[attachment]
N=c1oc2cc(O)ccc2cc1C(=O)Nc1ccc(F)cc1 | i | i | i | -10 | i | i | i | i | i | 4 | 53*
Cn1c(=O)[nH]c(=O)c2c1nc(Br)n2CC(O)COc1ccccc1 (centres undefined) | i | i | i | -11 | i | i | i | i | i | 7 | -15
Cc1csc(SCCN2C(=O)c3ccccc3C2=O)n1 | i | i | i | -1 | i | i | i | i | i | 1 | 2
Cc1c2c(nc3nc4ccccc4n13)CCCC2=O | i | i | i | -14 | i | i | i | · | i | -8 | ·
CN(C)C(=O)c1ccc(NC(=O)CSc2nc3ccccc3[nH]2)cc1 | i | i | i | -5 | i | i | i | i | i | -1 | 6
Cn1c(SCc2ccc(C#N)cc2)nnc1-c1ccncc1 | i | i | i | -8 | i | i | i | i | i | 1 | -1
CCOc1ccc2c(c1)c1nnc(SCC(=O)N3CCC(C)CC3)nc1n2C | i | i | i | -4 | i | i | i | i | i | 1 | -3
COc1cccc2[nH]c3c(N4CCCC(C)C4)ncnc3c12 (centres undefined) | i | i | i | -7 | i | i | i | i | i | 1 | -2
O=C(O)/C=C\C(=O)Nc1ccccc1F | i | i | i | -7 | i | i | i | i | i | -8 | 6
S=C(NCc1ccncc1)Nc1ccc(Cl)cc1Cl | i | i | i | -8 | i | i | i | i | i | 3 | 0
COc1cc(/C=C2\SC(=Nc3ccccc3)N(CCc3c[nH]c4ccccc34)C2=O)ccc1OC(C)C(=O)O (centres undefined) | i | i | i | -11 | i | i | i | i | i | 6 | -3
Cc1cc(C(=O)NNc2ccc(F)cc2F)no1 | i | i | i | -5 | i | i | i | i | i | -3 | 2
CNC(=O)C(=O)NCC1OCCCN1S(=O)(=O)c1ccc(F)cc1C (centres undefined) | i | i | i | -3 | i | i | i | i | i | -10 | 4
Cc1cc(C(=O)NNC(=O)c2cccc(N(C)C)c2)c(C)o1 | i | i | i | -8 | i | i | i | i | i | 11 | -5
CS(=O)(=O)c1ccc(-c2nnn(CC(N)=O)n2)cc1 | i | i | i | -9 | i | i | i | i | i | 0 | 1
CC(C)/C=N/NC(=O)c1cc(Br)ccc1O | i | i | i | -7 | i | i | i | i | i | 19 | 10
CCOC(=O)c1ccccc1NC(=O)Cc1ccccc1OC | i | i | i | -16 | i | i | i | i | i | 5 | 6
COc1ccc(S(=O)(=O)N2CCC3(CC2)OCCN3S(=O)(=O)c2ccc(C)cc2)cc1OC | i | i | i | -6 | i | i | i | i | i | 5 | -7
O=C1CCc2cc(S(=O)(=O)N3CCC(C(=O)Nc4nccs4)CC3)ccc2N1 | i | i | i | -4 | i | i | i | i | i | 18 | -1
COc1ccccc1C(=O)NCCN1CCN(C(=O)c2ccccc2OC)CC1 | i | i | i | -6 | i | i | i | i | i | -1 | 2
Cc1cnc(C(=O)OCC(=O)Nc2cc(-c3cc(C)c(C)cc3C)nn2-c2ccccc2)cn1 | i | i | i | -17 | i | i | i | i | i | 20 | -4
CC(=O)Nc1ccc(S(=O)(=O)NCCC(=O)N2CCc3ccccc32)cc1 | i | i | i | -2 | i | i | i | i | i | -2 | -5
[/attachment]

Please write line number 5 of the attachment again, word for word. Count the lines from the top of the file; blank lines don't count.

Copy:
CN(C)C(=O)c1ccc(NC(=O)CSc2nc3ccccc3[nH]2)cc1 | i | i | i | -5 | i | i | i | i | i | -1 | 6